R. Kelly on Friday sued the Brooklyn jail that has housed him since his conviction, saying it wrongly put him on suicide watch after he received a 30-year prison sentence despite knowing he was not suicidal.
In a complaint filed in Brooklyn federal court, the 55-year-old multiplatinum R&B singer said officials at the Metropolitan Detention Centre ordered the watch after his June 29 sentencing "solely for punitive purposes" and because he was a "high-profile" inmate.
Kelly's lawyer Jennifer Bonjean quoted a prosecutor as saying the jail's legal counsel had told her that "per the psychology department, [Kelly] is on a psych alert for various reasons, such as age, crime, publicity and sentencing." No timetable was provided.
Bonjean wasn't satisfied with the explanation. "Simply put, MDC Brooklyn is run like a gulag," she wrote.
Kelly said the "harsh conditions" he faced led to "severe mental distress," and amounted to cruel and unusual punishment that violated the US Constitution's Eighth Amendment.
He is seeking unspecified compensatory and punitive damages, though the docket suggests Kelly is seeking $100 million (AED 367 million).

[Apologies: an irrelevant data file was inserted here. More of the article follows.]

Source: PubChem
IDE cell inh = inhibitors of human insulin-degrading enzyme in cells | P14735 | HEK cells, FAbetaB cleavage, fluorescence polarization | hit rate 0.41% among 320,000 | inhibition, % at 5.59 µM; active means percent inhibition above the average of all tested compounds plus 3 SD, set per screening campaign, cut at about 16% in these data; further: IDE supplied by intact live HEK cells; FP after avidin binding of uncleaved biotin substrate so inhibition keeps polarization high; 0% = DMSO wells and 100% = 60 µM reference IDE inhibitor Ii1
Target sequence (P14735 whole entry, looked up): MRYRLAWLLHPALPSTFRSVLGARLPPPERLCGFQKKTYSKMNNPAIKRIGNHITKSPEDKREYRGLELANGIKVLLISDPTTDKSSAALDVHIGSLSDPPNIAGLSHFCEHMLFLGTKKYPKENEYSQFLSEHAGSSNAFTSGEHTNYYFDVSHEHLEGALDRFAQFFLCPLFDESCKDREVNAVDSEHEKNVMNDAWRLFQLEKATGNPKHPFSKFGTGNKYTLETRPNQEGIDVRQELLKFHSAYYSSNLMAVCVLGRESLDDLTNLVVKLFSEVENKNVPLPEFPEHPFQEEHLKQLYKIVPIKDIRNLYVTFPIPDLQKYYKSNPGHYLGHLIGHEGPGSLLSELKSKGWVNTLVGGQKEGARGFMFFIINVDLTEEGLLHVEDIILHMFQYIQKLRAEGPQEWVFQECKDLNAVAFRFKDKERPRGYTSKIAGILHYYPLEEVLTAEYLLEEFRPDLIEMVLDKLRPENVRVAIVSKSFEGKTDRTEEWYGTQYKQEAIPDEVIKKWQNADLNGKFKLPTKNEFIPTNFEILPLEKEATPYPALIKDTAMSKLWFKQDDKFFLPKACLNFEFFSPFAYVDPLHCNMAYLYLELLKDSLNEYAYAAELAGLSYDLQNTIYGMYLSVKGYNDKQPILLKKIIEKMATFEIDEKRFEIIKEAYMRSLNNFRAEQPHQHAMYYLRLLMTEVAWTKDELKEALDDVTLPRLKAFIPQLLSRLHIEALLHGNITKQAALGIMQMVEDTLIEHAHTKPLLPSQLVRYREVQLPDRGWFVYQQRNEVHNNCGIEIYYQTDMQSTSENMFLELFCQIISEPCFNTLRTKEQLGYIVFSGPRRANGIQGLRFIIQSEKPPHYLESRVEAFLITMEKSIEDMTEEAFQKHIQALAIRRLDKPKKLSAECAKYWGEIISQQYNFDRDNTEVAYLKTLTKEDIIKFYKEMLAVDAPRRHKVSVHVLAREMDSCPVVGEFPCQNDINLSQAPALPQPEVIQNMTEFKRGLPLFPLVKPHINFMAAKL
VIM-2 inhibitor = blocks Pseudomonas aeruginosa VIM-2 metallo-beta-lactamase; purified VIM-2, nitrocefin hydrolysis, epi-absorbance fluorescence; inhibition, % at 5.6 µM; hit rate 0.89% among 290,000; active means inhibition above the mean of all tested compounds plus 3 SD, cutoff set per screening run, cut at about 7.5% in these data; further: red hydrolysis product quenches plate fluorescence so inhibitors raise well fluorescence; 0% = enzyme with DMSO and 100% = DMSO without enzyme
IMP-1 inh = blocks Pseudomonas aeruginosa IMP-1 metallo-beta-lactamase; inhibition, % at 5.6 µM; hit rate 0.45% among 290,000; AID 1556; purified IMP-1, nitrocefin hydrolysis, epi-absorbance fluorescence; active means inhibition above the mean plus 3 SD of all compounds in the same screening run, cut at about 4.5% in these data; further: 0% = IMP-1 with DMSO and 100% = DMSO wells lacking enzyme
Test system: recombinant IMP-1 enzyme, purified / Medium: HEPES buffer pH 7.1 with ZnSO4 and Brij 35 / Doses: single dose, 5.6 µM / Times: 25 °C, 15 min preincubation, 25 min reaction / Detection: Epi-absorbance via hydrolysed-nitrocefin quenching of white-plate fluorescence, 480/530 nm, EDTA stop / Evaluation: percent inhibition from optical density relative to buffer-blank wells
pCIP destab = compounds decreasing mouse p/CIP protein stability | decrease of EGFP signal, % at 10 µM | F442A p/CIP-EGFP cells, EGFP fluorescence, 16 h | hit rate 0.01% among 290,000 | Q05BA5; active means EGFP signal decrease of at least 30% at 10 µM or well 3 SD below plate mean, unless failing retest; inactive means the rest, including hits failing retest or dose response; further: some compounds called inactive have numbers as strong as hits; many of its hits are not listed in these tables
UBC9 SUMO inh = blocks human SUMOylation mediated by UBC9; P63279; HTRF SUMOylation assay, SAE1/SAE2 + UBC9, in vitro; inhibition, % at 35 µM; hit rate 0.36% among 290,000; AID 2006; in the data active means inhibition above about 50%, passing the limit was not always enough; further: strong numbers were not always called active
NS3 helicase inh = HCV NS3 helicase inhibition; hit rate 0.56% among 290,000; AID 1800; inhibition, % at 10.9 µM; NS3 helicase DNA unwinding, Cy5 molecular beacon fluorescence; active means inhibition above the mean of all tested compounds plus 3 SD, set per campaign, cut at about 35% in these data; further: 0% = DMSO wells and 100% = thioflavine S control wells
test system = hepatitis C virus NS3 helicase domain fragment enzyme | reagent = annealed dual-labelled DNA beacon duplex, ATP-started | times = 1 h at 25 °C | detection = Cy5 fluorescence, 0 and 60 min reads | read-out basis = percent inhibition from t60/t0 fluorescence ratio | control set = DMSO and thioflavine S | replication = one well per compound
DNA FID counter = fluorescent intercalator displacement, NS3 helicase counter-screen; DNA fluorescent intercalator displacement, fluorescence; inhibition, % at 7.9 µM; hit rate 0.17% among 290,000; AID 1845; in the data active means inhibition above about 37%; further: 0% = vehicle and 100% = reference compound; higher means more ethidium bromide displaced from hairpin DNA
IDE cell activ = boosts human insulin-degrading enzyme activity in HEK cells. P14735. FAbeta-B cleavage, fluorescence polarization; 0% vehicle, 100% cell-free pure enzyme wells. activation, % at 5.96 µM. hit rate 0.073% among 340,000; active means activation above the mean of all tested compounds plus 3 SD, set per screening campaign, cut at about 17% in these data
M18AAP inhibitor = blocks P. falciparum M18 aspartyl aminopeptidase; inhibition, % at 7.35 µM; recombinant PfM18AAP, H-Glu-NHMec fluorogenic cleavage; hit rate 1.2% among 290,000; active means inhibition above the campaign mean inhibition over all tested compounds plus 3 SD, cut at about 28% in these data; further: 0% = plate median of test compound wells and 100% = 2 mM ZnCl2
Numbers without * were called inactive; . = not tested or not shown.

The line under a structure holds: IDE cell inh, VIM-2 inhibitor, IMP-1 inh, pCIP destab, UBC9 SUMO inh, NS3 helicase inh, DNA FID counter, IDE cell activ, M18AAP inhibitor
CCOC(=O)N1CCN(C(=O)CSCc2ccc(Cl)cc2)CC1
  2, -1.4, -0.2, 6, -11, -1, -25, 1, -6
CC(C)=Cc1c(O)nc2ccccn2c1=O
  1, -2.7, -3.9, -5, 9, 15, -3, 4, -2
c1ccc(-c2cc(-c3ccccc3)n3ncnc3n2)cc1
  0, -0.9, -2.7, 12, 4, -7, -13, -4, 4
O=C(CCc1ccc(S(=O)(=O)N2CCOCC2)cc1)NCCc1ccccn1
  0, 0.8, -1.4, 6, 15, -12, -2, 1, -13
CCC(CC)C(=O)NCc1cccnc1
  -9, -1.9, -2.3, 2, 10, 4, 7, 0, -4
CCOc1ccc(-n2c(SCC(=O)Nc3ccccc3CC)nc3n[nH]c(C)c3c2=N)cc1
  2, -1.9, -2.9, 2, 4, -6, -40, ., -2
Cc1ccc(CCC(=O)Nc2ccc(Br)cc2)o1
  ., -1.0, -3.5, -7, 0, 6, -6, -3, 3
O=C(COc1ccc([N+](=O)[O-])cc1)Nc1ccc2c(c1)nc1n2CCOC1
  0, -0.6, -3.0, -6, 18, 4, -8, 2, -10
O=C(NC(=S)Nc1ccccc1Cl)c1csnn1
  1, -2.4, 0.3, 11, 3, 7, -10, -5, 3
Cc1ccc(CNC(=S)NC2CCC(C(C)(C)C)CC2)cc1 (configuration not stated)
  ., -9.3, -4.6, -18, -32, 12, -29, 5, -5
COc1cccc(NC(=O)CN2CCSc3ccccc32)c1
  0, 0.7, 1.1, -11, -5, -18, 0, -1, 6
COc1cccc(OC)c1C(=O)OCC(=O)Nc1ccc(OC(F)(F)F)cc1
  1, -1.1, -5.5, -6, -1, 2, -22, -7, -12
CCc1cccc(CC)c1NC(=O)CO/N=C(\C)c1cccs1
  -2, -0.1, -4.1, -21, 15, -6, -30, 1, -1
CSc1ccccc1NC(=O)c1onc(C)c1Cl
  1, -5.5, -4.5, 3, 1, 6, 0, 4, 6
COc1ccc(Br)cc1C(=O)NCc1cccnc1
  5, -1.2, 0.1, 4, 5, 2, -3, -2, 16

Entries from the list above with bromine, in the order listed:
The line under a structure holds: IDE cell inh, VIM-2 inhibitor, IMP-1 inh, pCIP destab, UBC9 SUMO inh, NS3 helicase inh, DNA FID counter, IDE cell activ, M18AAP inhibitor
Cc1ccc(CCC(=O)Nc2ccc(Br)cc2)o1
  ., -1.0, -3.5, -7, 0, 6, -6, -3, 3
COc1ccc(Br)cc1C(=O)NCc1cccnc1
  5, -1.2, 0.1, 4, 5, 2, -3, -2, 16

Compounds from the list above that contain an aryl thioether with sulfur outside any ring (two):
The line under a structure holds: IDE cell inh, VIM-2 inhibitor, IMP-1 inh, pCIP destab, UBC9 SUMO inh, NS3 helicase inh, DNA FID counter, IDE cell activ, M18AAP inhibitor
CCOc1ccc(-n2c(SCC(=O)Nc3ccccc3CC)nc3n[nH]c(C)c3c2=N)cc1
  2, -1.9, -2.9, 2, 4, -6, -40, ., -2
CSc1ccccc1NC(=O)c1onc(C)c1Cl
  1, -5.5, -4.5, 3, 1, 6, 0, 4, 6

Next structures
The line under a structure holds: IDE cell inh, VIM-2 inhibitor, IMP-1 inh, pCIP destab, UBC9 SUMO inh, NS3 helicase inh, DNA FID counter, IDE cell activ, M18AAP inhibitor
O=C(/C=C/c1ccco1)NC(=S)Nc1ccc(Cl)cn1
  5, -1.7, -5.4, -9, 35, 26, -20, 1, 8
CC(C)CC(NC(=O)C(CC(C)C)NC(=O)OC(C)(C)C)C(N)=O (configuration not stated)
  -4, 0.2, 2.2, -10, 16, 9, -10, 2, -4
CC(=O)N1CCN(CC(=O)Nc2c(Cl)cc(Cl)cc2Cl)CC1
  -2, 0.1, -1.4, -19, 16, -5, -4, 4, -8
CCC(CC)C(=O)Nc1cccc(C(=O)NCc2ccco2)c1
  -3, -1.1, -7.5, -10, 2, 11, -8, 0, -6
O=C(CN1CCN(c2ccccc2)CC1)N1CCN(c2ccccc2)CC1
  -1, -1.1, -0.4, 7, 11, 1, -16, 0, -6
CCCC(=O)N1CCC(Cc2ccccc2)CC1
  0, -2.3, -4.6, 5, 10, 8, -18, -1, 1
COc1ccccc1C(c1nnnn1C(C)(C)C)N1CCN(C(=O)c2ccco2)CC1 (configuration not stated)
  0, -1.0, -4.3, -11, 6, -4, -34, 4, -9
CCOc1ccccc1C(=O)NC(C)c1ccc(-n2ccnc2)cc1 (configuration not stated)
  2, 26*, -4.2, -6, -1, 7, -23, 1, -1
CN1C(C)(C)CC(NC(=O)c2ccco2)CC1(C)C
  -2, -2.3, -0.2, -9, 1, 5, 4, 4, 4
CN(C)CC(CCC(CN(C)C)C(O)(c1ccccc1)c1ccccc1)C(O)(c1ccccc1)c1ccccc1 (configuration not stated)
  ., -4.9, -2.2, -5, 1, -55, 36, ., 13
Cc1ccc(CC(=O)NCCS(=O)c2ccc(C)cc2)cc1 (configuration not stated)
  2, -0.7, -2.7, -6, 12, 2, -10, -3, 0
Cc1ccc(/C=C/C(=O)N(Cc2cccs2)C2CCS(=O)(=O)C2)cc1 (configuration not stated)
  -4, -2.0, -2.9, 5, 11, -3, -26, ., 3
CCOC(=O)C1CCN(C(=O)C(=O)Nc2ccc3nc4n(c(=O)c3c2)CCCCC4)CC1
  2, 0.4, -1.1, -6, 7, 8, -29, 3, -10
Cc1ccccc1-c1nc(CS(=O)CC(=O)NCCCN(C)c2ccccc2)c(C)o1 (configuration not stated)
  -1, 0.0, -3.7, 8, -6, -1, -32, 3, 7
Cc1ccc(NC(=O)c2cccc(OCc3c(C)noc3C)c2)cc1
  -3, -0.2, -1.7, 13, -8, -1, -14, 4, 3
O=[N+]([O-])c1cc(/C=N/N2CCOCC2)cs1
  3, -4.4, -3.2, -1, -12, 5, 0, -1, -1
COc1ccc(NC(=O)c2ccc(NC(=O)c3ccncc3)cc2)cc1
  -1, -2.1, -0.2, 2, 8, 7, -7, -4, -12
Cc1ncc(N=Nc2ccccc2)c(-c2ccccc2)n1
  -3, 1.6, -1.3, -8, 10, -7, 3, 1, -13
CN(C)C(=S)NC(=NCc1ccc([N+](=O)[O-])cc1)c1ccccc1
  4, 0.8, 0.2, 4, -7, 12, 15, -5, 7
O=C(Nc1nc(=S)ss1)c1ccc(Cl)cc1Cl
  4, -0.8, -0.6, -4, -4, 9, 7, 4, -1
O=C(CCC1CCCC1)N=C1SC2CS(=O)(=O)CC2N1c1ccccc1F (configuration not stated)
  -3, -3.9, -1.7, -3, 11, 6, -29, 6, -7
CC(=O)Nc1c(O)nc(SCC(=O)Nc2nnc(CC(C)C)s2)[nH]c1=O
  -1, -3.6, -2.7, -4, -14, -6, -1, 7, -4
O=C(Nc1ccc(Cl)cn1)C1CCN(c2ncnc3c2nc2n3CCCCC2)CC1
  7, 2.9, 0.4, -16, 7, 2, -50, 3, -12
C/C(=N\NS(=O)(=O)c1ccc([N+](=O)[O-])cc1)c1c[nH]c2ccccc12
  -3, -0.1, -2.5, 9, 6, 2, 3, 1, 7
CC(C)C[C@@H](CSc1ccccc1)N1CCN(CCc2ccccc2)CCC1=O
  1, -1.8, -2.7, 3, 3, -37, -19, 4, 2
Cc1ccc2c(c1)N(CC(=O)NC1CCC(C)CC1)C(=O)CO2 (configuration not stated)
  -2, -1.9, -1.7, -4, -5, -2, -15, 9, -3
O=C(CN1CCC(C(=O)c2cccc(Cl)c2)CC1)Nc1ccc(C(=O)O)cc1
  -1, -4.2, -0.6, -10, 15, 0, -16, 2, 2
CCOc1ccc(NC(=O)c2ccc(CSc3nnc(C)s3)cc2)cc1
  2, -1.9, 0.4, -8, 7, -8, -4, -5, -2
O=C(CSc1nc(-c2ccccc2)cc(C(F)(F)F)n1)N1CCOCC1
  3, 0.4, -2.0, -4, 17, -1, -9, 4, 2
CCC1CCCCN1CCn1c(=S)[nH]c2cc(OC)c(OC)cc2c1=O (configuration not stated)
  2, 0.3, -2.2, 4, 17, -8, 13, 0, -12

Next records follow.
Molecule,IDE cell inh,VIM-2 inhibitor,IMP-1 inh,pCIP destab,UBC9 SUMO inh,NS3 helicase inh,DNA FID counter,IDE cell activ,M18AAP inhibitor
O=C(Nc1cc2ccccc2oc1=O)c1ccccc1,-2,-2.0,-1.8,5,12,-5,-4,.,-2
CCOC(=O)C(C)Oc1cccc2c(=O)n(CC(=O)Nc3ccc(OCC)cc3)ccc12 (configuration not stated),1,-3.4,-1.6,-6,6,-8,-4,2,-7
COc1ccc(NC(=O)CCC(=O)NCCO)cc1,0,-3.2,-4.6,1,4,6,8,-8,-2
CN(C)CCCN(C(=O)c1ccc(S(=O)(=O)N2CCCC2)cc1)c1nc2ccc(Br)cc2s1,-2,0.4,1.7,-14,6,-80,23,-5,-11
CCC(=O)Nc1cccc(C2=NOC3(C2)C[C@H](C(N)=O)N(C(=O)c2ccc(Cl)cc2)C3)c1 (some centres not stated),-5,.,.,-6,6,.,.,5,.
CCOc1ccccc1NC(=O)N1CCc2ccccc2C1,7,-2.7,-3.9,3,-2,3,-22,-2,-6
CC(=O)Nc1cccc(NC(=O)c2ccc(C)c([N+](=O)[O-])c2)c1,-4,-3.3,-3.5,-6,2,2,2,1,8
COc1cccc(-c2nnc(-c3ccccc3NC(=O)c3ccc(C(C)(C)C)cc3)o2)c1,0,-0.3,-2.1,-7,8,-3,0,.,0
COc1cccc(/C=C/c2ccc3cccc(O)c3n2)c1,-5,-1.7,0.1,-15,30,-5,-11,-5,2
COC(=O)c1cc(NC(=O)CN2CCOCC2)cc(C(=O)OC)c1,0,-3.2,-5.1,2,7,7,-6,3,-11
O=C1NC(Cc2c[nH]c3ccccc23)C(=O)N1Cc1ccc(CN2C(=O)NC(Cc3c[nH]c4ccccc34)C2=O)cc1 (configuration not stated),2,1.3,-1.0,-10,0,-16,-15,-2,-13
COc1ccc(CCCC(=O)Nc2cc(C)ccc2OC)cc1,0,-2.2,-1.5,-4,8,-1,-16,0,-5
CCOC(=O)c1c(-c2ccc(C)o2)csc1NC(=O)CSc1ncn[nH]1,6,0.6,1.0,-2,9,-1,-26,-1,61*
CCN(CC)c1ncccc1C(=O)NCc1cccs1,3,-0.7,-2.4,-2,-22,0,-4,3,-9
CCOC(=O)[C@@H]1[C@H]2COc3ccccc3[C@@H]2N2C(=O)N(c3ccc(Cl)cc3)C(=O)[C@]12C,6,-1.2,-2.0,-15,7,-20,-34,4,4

The jail did not immediately respond to requests for comment.
Known for the 1996 Grammy-winning hit "I Believe I Can Fly," Kelly was convicted last September on one count of racketeering and eight counts of violating the Mann Act.
Prosecutors said Kelly exploited his stardom and wealth over two decades to lure and abuse women and underage girls, with the help of his entourage.
Kelly said he was also put on suicide watch after his conviction.
Ghislaine Maxwell, another inmate at the Brooklyn jail, was placed on suicide watch on June 24, four days before being sentenced to 20 years in prison for aiding financier Jeffrey Epstein's abuse of underage girls.
Maxwell's lawyer said the British socialite had been given a "suicide smock" and deprived of clothing, toothpaste and soap though she too was not suicidal.
Friday's filings did not say what specific conditions Kelly faced.
Kelly still faces an August trial in Chicago federal court on abuse. and obstruction charges, and various state charges in Illinois and Minnesota.